Oil exports soar for OPEC countries
The total revenue of the 11 members of the Organisation of Arab Petroleum Exporting Countries (OAPEC) soared to $624.8 billion in 2011, according to the latest data.
OAPEC data for the oil income generated in the year 2010 was announced as $450bn.
In real terms, the combined Arab income stood at $479bn in 2011 taking into account the real dollar value and global inflation. While the nominal price of OPEC's basket of crudes stood at around $107 per barrel in 2011 its real value averaged about $88 in 1995 prices. The oil price in 2010 also averaged nearly $60 far below the level in current prices.
In 2010, Saudi Arabia earned $184.4bn from oil exports, which jumped to $289bn in 2011, the report said. Bahrain's 2011 income stood at $6.3bn.
In 2009, current oil prices averaged around $61 but in 1995 prices they were about $48.1. Prices were as high as $94.4 in 2008 while they were only around $75 in 1995 prices. In 2007, they averaged $69.1 in current prices but were $56 in real terms.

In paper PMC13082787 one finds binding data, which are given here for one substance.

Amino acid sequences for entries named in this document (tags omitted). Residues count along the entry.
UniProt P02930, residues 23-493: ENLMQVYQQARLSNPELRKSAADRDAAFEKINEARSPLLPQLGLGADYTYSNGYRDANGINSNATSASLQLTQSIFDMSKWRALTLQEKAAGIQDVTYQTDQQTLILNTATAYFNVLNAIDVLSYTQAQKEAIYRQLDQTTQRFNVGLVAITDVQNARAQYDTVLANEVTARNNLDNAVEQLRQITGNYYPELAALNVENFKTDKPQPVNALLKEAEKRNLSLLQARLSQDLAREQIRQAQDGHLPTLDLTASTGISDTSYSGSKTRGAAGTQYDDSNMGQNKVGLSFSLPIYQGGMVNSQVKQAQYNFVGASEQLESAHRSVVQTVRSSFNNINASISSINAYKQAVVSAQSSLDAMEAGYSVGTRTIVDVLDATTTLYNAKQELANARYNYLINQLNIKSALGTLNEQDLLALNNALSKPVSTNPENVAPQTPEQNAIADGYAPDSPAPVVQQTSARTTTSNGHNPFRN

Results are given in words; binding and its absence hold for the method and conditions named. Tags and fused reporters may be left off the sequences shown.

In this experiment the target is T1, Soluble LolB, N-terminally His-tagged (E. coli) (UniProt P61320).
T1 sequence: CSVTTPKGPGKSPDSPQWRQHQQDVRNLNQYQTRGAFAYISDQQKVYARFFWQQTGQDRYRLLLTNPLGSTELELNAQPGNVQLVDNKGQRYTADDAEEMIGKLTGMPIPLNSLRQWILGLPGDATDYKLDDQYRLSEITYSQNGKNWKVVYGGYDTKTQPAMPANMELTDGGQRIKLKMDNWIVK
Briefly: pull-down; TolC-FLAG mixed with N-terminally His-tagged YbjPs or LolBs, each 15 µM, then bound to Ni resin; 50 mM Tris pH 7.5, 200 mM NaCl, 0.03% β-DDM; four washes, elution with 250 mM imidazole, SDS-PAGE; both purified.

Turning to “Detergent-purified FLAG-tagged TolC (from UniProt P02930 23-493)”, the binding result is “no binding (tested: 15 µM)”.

Kuwait-based OAPEC is a multi-governmental organisation which coordinates energy policies between oil-producing Arab nations, and whose main purpose is developmental.
The members are: Saudi Arabia, Algeria, Bahrain, Egypt, United Arab Emirates, Iraq, Kuwait, Libya, Qatar, Tunisia and Syria.
- Tourism is the real target of the Tunisia attacks: industry set to suffer
- FIFA scandal probe: No deaths in 2022 World Cup construction, Qatar says
- The UAE harnesses the power of celebrity endorsements
- Gazans reach beyond Israeli blockade through start-up
- France is playing a risky dating game in the Gulf: experts